Letters, June 19-22: Take these considerations into account with the proposed toxic soils facility
Dig into these considerations
With regard to the proposed use of a plastic liner to “permanently” contain toxic waste at the proposed Park City repository, consider that:
• A liner could get punctured by a badger or other burrowing critter.
• Seismic vibration could create a sharp rock that punctures the liner.
• Some chemical compounds could eat through the plastic.
• Plastic-eating bacteria (Ideonella sakaiensis) and plastic-eating worms (Galleria mellonella waxworms) are capable of sustaining themselves on plastic as their sole source of nutrition. Other species may be evolving to make plastic digestible.
• What might fire do to the plastic?
• A great snow year could cause spring flooding and wash the toxins out of the liner.
According to Wikipedia: “The United States Environmental Protection Agency has stated that such barriers ‘will ultimately fail,’ while the site remains a threat for ‘thousands of years,’ suggesting that modern landfill designs delay but do not prevent ground and surface water pollution.”
Find information about your water quality at ewg.tapwater and at mytapwater.org/zip.
And while we’re on the topic of water quality, let’s not forget that water quantity is also in jeopardy due to the endless building around here, let alone the profound drought.
Keep your promise, Vail Resorts
I read with great interest the letter to the editor by Jody Whitesides published in the May 19-21 edition of The Park Record. Our family, too, has experienced similar lack of follow-through on the promises made by Vail Resorts in regards to refunds of Epic passes. Based on communication from Vail Resorts, the only option for skiing the “white stripe of death” during Thanksgiving week was to purchase Epic passes for our family. I did not have a problem doing so as multiple senior Vail Resorts officials made both written and verbal promises that if you were unable to utilize your passes, you would receive a full refund. In fact, many of those promises are documented in The Park Record. Even though I logged in the day reservations opened for our trip, we were unable to get reservations for our priority days as they were already full.
Well, seems that Vail Resorts definition of a full refund is unique. After spending countless hours on the phone with both Vail Resorts and American Claims Management, Inc. (Vail Resorts’ insurance claims management company), we have nothing but a denial of our claim for reimbursement. I do find it interesting that American Claims Management was given an F rating by the Better Business Bureau based on a search performed on Dec. 30.
After allowing ample time for our claim to be processed (we filed our claim on Dec. 2), I sent a letter to Vail Resorts CEO Robert Katz on April 21, hoping for some movement. FedEx delivered the letter on April 23. To date, no response has been received.
While I applaud Vail Resorts for many of their actions during the COVID-19 pandemic, which have exceeded many of their competitors, the issue of adhering to their verbal and written promises is clearly one glaring area that still needs attention. I also must question utilizing a company that the BBB gave an F rating to manage Vail Resorts claims.
Greensboro, North Carolina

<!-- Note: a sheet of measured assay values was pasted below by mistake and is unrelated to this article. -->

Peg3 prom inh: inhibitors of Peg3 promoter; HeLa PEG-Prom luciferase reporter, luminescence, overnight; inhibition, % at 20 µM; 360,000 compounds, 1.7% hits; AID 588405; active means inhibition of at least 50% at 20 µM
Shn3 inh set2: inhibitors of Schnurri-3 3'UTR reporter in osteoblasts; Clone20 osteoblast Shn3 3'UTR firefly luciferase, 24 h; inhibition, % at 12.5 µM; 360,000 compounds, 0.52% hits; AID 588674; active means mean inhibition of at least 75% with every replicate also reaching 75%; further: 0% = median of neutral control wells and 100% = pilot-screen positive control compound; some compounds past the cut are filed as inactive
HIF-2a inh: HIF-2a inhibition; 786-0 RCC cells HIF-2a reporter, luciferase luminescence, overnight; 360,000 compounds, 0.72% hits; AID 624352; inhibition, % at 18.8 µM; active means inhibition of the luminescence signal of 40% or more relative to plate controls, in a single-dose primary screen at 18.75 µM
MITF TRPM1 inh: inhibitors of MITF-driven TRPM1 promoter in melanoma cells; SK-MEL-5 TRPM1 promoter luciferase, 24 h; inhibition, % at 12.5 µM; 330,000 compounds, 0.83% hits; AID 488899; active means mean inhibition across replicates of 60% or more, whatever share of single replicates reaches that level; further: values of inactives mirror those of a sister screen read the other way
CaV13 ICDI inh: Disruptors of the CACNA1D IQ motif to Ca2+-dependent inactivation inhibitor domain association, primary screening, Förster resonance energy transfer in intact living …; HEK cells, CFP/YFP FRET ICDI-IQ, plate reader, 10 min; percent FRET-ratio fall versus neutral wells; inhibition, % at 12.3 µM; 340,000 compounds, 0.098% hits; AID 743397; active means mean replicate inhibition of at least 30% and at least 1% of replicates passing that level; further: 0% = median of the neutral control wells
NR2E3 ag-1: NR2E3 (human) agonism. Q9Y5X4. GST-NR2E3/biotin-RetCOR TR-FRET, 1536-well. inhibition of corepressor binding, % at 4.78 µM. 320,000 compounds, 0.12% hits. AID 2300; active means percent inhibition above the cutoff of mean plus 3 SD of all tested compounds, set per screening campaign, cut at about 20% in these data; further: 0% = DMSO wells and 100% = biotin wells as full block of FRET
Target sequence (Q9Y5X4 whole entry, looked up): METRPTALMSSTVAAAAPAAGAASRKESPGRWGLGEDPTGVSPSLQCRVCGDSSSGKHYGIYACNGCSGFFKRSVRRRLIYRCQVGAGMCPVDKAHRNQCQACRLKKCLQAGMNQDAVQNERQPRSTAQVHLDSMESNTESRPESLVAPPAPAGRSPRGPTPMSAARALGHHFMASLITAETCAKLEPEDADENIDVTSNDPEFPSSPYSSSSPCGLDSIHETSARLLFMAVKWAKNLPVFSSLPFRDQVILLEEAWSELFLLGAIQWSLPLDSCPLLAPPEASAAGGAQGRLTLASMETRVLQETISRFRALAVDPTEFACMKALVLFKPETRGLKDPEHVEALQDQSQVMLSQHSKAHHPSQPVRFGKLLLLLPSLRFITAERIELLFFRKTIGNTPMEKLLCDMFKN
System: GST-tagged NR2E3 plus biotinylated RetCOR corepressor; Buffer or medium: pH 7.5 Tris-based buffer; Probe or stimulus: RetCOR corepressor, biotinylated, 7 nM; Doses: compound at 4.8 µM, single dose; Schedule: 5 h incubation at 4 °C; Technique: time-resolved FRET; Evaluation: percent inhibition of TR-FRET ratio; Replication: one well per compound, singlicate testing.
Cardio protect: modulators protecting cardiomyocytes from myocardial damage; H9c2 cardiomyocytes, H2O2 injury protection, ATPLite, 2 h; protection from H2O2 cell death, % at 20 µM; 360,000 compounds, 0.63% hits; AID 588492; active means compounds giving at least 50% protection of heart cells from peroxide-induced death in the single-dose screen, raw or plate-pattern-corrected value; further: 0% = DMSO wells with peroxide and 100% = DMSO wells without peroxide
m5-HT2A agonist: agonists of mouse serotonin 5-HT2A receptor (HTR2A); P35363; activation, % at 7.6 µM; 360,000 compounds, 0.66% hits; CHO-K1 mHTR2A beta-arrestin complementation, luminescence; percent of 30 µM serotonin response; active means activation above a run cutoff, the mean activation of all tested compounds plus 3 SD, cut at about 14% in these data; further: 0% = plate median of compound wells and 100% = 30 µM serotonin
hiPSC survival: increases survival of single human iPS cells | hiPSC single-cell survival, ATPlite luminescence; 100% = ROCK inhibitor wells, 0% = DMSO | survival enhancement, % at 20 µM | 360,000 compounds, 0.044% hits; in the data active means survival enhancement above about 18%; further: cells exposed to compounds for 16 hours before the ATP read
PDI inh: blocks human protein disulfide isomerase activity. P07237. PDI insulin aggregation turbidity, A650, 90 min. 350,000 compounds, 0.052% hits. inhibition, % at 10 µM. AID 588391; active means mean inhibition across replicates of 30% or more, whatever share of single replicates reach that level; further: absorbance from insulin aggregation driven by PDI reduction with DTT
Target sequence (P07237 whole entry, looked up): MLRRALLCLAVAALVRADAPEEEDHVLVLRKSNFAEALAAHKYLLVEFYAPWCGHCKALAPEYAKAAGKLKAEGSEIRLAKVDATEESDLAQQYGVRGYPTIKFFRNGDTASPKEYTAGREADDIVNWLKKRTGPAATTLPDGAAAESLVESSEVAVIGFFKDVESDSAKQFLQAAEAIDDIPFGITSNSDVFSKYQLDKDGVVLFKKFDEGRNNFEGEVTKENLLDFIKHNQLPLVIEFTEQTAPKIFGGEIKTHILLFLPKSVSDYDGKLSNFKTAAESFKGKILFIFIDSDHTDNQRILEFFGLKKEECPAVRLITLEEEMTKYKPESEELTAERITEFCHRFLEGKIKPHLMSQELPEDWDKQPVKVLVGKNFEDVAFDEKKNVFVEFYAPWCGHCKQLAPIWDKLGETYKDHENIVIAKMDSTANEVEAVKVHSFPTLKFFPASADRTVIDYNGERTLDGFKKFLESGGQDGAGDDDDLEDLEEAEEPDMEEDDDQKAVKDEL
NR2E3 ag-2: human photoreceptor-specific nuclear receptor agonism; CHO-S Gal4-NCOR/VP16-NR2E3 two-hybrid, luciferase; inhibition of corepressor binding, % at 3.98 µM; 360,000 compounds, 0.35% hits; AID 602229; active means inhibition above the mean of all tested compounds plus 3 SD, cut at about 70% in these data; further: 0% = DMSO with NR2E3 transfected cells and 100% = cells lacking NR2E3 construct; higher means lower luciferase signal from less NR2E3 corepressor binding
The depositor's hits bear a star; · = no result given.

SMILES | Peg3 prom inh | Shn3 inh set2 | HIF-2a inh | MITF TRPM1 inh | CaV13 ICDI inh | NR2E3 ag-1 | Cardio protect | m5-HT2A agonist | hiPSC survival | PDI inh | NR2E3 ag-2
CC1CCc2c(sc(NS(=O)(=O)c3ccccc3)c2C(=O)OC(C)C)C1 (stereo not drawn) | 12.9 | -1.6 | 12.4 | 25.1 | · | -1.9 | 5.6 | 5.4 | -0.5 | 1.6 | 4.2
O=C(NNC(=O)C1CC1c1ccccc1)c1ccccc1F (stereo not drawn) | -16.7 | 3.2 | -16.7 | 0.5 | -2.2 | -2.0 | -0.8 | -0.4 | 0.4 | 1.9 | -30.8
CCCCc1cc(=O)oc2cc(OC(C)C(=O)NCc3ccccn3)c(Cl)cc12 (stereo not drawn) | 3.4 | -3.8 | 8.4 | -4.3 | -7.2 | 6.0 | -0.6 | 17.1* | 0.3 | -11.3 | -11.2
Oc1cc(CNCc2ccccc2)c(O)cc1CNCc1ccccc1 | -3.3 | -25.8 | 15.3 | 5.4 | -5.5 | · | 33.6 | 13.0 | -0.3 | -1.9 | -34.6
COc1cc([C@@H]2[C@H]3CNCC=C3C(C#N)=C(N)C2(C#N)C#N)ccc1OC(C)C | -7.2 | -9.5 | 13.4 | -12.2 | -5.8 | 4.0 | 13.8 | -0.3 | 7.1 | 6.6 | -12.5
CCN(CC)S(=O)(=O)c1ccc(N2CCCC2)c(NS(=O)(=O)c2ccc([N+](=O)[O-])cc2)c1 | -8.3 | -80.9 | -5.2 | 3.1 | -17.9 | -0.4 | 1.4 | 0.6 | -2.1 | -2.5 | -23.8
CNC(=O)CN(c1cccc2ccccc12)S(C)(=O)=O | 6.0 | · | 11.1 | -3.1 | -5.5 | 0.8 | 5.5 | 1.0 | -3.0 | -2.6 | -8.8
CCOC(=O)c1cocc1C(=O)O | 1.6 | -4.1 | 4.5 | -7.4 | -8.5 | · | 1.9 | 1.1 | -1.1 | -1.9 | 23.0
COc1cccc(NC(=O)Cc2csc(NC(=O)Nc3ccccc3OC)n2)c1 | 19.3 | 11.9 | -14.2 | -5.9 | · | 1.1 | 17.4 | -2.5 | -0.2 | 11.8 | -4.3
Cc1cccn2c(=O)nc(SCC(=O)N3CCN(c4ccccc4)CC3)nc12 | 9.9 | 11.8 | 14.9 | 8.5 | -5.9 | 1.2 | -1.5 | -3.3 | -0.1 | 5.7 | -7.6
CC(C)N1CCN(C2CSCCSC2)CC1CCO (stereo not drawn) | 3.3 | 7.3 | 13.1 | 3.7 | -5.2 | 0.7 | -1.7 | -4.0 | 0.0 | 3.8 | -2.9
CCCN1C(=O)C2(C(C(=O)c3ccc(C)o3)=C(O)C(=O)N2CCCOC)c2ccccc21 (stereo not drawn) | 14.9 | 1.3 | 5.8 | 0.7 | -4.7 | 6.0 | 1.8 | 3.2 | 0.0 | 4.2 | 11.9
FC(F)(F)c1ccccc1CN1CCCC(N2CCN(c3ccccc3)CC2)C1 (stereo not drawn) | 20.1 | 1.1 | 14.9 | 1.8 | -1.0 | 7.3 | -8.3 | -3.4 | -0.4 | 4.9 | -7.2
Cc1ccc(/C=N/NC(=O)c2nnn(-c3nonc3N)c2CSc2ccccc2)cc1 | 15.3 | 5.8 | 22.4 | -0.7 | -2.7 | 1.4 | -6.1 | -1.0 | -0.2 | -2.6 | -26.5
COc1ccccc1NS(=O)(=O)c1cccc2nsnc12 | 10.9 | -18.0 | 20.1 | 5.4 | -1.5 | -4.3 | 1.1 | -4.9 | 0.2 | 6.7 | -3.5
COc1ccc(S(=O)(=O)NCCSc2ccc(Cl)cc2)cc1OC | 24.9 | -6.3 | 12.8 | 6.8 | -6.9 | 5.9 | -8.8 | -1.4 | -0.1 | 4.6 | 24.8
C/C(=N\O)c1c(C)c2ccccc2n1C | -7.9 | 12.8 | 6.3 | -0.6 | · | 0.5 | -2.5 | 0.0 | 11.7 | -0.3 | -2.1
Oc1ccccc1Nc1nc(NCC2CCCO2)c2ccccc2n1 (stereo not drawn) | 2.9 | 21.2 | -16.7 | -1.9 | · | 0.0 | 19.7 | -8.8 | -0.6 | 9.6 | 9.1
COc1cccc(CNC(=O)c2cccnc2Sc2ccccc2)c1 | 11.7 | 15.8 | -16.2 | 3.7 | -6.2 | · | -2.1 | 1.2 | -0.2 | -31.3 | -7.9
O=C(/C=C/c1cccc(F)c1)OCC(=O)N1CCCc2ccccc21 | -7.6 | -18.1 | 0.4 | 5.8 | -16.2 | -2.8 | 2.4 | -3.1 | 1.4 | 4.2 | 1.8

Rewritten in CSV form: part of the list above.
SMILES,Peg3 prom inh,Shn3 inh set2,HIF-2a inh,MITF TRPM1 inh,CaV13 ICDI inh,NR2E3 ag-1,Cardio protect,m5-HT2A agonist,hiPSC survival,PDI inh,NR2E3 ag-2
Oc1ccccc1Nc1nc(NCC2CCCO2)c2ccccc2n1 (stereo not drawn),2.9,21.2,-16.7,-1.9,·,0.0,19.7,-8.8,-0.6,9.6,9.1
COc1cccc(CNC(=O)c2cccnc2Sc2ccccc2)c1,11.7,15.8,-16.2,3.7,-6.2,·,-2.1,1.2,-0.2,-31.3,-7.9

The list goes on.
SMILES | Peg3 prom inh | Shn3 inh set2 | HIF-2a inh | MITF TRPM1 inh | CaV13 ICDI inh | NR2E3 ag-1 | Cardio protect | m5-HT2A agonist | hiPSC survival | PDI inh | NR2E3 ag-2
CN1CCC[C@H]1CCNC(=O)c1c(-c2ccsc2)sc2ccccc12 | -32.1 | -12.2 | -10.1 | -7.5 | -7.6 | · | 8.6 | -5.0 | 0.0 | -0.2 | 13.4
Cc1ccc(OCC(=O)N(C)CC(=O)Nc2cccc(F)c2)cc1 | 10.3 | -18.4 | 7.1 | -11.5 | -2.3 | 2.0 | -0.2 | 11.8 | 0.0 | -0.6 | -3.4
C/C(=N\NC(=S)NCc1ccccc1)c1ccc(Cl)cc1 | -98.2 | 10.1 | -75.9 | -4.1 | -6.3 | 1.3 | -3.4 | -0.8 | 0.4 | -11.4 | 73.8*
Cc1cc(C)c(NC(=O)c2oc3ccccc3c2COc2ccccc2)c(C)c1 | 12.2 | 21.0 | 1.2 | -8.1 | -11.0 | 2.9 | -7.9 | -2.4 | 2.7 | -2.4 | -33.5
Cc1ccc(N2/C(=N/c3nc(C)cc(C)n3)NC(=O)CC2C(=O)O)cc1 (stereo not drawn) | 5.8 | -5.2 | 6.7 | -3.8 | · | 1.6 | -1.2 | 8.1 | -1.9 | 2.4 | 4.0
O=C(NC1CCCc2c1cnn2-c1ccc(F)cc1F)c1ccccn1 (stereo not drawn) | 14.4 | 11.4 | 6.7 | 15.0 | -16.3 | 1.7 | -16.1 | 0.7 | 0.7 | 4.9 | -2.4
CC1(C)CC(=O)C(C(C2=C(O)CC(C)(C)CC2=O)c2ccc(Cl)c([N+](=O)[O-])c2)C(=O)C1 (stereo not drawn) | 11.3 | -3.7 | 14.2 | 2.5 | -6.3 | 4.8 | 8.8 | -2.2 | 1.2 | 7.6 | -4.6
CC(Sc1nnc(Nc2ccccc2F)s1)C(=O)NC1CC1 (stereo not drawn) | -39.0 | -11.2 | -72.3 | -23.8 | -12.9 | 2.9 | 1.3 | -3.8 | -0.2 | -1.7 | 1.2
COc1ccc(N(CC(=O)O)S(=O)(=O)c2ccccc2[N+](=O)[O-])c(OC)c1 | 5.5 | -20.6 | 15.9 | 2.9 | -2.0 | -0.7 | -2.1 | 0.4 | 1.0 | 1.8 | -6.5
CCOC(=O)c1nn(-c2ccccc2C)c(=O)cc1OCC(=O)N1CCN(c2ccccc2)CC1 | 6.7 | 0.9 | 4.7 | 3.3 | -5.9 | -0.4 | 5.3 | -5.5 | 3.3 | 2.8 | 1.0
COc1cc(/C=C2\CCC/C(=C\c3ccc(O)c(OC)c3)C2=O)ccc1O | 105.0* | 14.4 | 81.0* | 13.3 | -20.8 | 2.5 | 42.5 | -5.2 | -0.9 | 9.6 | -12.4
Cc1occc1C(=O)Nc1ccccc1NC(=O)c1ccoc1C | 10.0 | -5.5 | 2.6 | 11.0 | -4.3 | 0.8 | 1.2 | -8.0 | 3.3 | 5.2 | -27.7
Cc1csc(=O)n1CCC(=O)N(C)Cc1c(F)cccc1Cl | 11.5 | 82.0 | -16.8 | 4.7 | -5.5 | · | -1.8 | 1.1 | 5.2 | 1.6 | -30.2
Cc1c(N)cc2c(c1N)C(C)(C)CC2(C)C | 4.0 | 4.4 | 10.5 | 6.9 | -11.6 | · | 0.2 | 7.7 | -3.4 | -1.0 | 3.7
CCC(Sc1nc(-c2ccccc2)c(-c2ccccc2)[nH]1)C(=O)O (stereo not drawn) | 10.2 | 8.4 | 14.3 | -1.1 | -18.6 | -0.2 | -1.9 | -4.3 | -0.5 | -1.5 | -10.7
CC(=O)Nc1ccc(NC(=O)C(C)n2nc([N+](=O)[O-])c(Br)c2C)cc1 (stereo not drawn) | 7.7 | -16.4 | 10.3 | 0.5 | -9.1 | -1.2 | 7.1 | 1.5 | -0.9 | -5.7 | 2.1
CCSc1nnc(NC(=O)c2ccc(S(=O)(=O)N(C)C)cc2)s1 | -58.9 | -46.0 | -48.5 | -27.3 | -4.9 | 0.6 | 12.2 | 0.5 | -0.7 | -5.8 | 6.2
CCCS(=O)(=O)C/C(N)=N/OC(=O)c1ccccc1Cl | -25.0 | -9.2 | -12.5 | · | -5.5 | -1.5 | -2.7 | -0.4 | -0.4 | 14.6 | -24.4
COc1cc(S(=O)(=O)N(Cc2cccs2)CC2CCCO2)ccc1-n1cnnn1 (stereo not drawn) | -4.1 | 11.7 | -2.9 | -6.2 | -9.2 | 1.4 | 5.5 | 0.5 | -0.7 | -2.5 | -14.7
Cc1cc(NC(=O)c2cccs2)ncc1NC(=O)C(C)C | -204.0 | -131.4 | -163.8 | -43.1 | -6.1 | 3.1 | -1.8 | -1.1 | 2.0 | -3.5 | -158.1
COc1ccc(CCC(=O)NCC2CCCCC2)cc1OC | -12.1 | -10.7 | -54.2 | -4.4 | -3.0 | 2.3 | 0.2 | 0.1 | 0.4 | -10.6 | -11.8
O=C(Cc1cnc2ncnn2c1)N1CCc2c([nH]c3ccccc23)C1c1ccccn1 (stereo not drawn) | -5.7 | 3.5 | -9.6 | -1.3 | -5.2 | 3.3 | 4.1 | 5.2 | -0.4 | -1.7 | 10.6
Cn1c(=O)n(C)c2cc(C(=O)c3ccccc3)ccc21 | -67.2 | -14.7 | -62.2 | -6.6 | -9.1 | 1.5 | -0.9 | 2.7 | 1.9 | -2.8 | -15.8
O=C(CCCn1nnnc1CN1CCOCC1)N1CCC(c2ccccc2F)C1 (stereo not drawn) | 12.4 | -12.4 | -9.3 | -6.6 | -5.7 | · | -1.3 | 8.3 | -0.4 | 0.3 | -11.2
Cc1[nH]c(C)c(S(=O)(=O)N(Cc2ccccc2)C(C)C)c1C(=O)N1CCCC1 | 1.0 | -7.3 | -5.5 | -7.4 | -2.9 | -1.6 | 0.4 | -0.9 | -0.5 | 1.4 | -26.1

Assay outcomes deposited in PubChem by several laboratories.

Search for nonprofit leader continues
Park City Community Foundation continues to search for our new president and CEO. Since 2007, the Community Foundation has been fortunate to have two outstanding leaders of our organization, Trisha Worthington and Katie Wright — both of whom were dedicated to building the organization into one that has generated more than $43.8 million in total impact to Park City and adjacent communities. We are working diligently to find our next amazing leader, which is critical not only for the Community Foundation but for our whole community.
Please know that our staff, search committee and board of directors are all working hard to fill this position, and we are confident in our organization’s leadership. The impact of our work is unabated this summer with a focus on our Women’s Giving Fund, Park City Climate Fund, Early Childhood and Mental Wellness Alliances. We continue to play a vital role in solving our community’s toughest challenges!
Kristi Cumming, Karen Conway, Kitty Friedman, Mike Ruzek, Maddy Shear, Peter Vitulli, Diego Zegarra
Park City Community Foundation search committee
Time for in-person meetings to return
At this point, the Summit County Health Department approves of in-person meetings. So, in-person Park City Planning Commission meetings can resume. With in-person meetings in combination with Zoom participation, the public process can be more democratic. Zoom alone is non inclusive. Screen sharing of presentations during Zoom meetings often is problematic. It is time to have genuine public meetings.
Regarding the Park City Mountain Resort base parking lots development, the Planning Commission is going through a grueling process. Stakeholders in this development include the community as a primary stakeholder. The applicant and resort were mentioned as stakeholders in this project. Taxpayers, the community and Park City’s future are big stakeholders, not to be overlooked. This project is huge. Let the process continue. Careful, thoughtful, visionary consideration can only improve the outcome. Thank you, commissioners, for your vigilance.
Sherie C. Harding
Power-hungry dynamic at play
The community’s vision is revisited often; defined in our General Plan and most recently in the latest visioning process, it continues to reaffirm our long-term community aspirations. Unfortunately, the mandatory democratic mechanism of public input that upholds these values is being regularly suppressed at City Council meetings by the current mayor. If critical and reasonable questioning that comes from the public continues to be ignored, marginalized or simply cut off, we have completely lost our ability to participate in any collective vision.